The Welsh 
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Welsh Revival 
September 2, 2010


Gwilym Hughes

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Sketch 1

The Inaugural Meeting at Princes Road.

LIVERPOOL, Wednesday, March 29, 1905.

Mr. Evan Roberts, this evening, commenced his work in Liverpool, and for the next fortnight or three weeks, so it is now arranged, he will minister among the scores of thousands of Welsh people who are residing in and around this great city. We of South Wales are well aware how heavily the Liverpool visit has, during the last month, weighed on the missioner’s mind. It was one of the reasons given by him for his retirement into the seven days’ silence and solitude at Neath, but he left his home at Loughor yesterday fully persuaded that his efforts here would secure the Divine blessing. Among the Welsh churches of the city and suburbs, embracing all denominations, the visit has been anticipated with feverish anxiety, and recent events, with the delays and uncertainties they involved, have served only to heighten the fever. The Liverpool Welsh Free Churches Council, the body that has charge of the mission arrangements, organised in preparation for it a thorough canvass of the Welsh people of Liverpool. These, it was found, numbered 30,000, and of these 4,000 are described as non-adherents — that is to say, persons who do not attend any place of worship. During the next few days’ special efforts will be made to bring these within the influence of the revival.

To-night’s opening meeting was at Princes Road C. M. Chapel, a handsome edifice often described as the cathedral of Welsh Nonconformity. It stands on the Princes-road Boulevard — a magnificent avenue leading to Sefton Park, and within easy access of the centre of the city. Simultaneously another meeting was held at the Mount Zion Wesleyan Chapel, close by, and this was likewise crowded out. That Mr. Roberts would appear at one or other of these meetings was generally known, but, outside the committee, no one knew which of the two places he would select. At six, the chapel doors were thrown open, and for the next twenty minutes a force of Liverpool police — all Welsh-men — had as much as they could do to control and marshal the great and excited crowd besieging the entrances. Under normal conditions Princes-road Church is assured to seat 1,800 people. This evening it was packed in every corner, though the aisles were kept free. The stewards had strict orders to prevent anybody standing in the aisles, and the injunctions were rigidly observed. Among the occupants of the deacons’ pew I observed practically all the best-known leaders of Welsh Nonconformity in the city. The Rev. John Williams, the pastor of the church, one of the great preachers of Wales, was conspicuous, and so also were Dr. Owen Evans, ex-president of the Congregational Union of Wales, Revs. D. Adams (C.), W. M. Jones (C. M.) David Jones, W. O. Evans (W.), O. R. Owen (C.), J. Lewis Williams (C.), Owen Owens (C. M.), J. D. Evans (C. M.), W. Owen (C. M.) Robert Lewis (W.), J. Hughes, BA., B. D. (C.M.), Mr. W. Evans, chairman of the Liverpool Welsh Free Churches Council, Councillor Henry Jones (secretary), and others.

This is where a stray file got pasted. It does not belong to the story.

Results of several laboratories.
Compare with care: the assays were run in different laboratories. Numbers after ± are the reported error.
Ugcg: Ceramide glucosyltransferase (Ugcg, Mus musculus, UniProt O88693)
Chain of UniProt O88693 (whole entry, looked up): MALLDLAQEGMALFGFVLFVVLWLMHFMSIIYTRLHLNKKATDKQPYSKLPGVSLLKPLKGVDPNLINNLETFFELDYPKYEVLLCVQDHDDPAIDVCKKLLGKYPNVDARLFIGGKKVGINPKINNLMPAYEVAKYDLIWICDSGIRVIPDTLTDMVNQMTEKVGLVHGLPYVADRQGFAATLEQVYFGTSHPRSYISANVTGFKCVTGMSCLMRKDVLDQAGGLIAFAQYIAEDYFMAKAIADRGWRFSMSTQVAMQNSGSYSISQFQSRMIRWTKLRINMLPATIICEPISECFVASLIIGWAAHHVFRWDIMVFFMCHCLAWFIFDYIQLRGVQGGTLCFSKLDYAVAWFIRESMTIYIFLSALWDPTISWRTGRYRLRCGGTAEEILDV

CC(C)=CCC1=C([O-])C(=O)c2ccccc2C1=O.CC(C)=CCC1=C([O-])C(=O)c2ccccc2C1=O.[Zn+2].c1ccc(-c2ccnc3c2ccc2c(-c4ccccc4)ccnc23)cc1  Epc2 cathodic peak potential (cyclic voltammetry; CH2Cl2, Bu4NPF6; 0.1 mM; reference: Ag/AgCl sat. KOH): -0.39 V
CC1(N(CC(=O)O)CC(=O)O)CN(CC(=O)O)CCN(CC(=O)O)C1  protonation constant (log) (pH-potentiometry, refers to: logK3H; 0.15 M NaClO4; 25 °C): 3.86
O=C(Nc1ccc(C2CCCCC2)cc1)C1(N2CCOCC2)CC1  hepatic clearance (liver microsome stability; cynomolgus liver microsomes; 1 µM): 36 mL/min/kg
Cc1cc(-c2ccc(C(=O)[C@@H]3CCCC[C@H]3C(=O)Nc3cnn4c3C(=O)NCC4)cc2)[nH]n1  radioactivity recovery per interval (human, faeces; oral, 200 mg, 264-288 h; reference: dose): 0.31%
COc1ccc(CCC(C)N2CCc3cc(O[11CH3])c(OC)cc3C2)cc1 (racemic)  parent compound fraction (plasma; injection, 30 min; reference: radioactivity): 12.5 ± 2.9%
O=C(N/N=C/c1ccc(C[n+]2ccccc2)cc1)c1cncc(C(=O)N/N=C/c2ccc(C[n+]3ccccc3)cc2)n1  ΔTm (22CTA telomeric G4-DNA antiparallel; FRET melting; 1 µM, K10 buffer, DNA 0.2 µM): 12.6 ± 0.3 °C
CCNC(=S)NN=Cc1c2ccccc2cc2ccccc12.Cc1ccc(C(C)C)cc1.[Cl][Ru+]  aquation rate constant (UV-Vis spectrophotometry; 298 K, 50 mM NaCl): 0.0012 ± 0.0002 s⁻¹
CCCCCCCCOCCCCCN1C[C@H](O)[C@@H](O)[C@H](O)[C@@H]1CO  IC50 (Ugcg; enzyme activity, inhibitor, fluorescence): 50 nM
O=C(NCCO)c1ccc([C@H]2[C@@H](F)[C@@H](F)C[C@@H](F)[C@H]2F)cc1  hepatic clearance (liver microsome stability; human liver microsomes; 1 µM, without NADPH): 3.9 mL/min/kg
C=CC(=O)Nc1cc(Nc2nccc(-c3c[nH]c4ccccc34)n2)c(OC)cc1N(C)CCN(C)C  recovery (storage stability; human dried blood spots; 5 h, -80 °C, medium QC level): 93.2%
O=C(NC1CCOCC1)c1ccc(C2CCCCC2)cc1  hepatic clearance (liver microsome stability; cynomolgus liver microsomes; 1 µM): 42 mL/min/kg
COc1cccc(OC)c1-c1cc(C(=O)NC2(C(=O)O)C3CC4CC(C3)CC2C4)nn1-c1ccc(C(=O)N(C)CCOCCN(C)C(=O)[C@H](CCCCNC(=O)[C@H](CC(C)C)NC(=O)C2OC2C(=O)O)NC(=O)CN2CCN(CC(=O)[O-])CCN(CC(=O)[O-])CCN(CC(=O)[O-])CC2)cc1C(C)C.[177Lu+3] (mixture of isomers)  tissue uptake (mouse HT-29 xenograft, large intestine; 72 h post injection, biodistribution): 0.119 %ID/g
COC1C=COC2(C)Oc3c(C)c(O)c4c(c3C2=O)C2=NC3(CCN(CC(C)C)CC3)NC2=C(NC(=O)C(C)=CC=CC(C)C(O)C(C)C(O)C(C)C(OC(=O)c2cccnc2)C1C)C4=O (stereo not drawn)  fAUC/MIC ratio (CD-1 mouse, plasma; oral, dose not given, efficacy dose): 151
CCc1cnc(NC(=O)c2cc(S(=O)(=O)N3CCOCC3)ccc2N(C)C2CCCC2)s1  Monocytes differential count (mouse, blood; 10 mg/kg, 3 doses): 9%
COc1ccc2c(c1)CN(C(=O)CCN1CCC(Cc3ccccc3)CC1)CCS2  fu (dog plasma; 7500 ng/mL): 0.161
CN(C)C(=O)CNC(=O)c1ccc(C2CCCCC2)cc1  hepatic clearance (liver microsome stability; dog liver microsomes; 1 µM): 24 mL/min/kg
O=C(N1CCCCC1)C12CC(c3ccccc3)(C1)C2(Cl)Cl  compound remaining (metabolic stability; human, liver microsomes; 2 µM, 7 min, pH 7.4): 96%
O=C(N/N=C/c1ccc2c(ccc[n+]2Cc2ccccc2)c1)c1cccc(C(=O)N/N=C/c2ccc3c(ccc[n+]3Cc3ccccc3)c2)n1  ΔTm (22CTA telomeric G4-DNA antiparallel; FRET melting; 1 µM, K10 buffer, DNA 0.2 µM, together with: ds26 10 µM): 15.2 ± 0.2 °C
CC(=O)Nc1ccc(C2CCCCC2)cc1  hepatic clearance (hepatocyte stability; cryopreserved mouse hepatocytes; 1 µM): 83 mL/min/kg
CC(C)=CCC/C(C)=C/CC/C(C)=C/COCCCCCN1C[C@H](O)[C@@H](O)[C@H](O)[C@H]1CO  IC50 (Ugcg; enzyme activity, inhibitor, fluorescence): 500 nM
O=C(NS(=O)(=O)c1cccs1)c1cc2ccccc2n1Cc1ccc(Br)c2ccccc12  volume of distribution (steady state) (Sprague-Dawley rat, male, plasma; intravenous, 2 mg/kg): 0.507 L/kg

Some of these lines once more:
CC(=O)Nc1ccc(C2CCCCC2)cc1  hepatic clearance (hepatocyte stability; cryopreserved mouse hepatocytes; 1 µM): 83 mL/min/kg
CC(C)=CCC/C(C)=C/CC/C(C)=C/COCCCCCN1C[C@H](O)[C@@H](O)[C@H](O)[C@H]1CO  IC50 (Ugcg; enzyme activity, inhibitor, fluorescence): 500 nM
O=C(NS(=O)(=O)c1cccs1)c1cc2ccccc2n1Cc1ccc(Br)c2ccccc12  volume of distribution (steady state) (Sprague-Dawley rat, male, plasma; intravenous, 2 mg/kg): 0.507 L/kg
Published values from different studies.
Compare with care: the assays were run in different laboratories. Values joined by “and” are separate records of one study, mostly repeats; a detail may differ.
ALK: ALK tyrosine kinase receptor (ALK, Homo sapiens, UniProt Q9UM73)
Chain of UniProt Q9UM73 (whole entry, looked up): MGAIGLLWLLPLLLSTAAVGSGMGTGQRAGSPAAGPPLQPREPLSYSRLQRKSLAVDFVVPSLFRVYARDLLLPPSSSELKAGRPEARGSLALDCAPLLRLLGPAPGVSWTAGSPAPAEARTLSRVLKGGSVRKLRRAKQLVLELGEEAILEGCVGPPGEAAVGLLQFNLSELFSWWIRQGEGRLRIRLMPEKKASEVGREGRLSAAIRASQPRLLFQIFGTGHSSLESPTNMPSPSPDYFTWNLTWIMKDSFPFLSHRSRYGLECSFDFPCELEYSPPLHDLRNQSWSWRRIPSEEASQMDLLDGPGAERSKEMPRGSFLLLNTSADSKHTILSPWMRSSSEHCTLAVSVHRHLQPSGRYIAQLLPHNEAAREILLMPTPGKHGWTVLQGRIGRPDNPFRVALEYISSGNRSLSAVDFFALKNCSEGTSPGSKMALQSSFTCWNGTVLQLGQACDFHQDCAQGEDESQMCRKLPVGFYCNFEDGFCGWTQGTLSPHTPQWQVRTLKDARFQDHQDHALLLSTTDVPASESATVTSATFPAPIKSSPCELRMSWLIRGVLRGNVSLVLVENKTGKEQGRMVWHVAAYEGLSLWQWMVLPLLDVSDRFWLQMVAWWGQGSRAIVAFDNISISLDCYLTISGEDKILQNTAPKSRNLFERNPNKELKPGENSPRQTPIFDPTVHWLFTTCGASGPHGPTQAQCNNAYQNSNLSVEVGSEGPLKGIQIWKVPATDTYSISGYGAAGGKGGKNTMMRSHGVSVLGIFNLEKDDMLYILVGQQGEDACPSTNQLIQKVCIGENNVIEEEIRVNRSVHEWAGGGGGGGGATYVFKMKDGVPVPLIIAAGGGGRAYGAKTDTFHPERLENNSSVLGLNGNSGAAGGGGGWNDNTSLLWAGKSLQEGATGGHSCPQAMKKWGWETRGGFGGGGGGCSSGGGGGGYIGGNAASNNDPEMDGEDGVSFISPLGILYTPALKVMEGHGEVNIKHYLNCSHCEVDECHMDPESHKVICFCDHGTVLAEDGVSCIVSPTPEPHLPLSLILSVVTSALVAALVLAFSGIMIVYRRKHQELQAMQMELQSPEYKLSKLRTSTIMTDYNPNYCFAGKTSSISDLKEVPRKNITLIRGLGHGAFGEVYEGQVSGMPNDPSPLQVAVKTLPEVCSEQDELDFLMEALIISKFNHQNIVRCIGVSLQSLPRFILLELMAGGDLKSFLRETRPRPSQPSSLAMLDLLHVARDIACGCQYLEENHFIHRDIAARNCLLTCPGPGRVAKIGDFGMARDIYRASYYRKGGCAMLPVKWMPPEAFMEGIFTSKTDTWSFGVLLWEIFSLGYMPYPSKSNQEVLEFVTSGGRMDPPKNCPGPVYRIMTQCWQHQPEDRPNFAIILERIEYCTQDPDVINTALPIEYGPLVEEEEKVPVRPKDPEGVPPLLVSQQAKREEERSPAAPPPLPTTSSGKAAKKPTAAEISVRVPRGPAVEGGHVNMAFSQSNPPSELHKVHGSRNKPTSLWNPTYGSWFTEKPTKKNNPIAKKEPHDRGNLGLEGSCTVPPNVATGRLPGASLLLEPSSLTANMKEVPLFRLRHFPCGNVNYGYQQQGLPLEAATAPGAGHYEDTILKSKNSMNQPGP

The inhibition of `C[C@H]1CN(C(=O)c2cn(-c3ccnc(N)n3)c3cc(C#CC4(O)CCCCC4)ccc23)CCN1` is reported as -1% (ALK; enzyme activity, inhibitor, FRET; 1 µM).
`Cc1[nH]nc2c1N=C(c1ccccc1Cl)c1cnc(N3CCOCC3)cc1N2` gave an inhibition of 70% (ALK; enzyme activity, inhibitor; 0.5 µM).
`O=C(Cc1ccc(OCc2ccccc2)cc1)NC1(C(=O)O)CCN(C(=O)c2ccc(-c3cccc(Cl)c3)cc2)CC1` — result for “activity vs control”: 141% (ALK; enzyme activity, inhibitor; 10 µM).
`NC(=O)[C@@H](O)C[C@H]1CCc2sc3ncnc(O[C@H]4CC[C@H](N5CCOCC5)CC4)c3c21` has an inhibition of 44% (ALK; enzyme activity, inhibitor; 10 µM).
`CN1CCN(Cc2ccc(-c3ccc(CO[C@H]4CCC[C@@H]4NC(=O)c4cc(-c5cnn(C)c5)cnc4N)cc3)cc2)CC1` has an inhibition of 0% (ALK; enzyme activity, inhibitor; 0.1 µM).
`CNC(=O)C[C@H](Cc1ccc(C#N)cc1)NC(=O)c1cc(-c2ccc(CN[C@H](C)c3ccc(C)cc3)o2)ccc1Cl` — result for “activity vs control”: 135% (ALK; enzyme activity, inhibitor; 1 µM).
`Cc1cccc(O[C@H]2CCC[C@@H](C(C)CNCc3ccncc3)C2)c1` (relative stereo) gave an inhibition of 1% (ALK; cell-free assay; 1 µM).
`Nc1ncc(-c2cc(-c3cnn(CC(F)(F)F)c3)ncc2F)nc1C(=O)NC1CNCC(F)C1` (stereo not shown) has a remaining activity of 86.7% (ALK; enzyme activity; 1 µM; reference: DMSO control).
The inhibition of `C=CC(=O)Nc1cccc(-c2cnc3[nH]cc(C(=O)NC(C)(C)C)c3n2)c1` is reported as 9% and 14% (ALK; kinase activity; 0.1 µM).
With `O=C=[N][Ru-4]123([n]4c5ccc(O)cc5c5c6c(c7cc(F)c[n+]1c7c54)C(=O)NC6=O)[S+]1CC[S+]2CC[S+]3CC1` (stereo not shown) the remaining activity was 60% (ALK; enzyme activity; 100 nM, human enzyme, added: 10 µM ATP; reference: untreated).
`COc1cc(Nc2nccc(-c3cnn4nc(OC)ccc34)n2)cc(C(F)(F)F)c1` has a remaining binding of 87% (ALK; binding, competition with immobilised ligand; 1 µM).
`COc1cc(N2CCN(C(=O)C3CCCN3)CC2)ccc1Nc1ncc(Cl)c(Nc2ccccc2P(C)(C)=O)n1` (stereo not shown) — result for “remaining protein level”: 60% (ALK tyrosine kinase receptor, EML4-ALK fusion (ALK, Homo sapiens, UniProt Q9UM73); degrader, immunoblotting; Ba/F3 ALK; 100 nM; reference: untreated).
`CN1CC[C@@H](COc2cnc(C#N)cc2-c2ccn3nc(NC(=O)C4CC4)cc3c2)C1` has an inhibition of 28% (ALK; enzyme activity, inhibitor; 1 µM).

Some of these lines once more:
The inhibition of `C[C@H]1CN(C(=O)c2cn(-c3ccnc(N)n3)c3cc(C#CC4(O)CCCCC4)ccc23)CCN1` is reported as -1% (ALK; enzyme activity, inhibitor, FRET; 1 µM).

An hour ago, as I wended my way to this meeting, my companion, one of the best known laymen of the Welsh Calvinistic Methodists, incidentally remarked, “This is a great and risky experiment, to transplant the revivalist from his native Glamorgan.” It was with some such doubts also that I scanned this great gathering. Before the missioner arrived, the atmosphere seemed to entirely lack that spiritual electricity we have been accustomed to associate with revival gatherings in the Southern province. Indeed, for the first half-hour the congregation seemed too eminently respectable to do anything of its own initiative, and assumed an air of expectancy and curiosity that was chilling, if not absolutely fatal to anything approaching enthusiasm and spontaneity.

The opening prayer was offered by the Rev. J. Lewis Williams (C.), who it was interesting to learn is the successor at the Great Mersey Street Church of the Rev. Peter Price, now of Dowlais, the writer of the recent attack upon the missioner and his methods. He was followed by the Rev. W. O. Evans (Wesleyan), and subsequently, after some urging from the “set fawr,” a few prayers were offered in the congregation, and a number of hymns were sung. The revival “fire,” however, had not yet been kindled.

Promptly at 7 o’clock Mr. Evan Roberts entered the pulpit from the vestry behind, looking in excellent health. With him were Miss Annie Davies and his sister, Miss Mary Roberts. They were followed by the Rev. D. M. Phillips, of Tylorstown. Their advent seemed to arouse no special interest. Evidently, the stolid, phlegmatic Northman is not so easily excited as his mercurial brother in the South.

Is the revivalist disappointed? This meeting, after his recent experiences, must seem to him something like an approach to the Arctic regions. He sits in one of the pulpit chairs, and for the next hour and a half utters not a word.

Meanwhile let us glance at the audience. Gradually we become conscious of an increase of fervour in the hymns. The prayers too, seem attuned to a more spiritual key. We hear the same hymns that we sing in the South, but — with a difference. They are all here sung in the minor key, and the tempo is slow and at times almost dragging? Those who pray are of all ages, old and young. At last, here are two on their feet simultaneously, both praying loud and long, and ere they finish someone strikes up a well-known hymn. Presently, the whole congregation is singing with something akin to enthusiasm.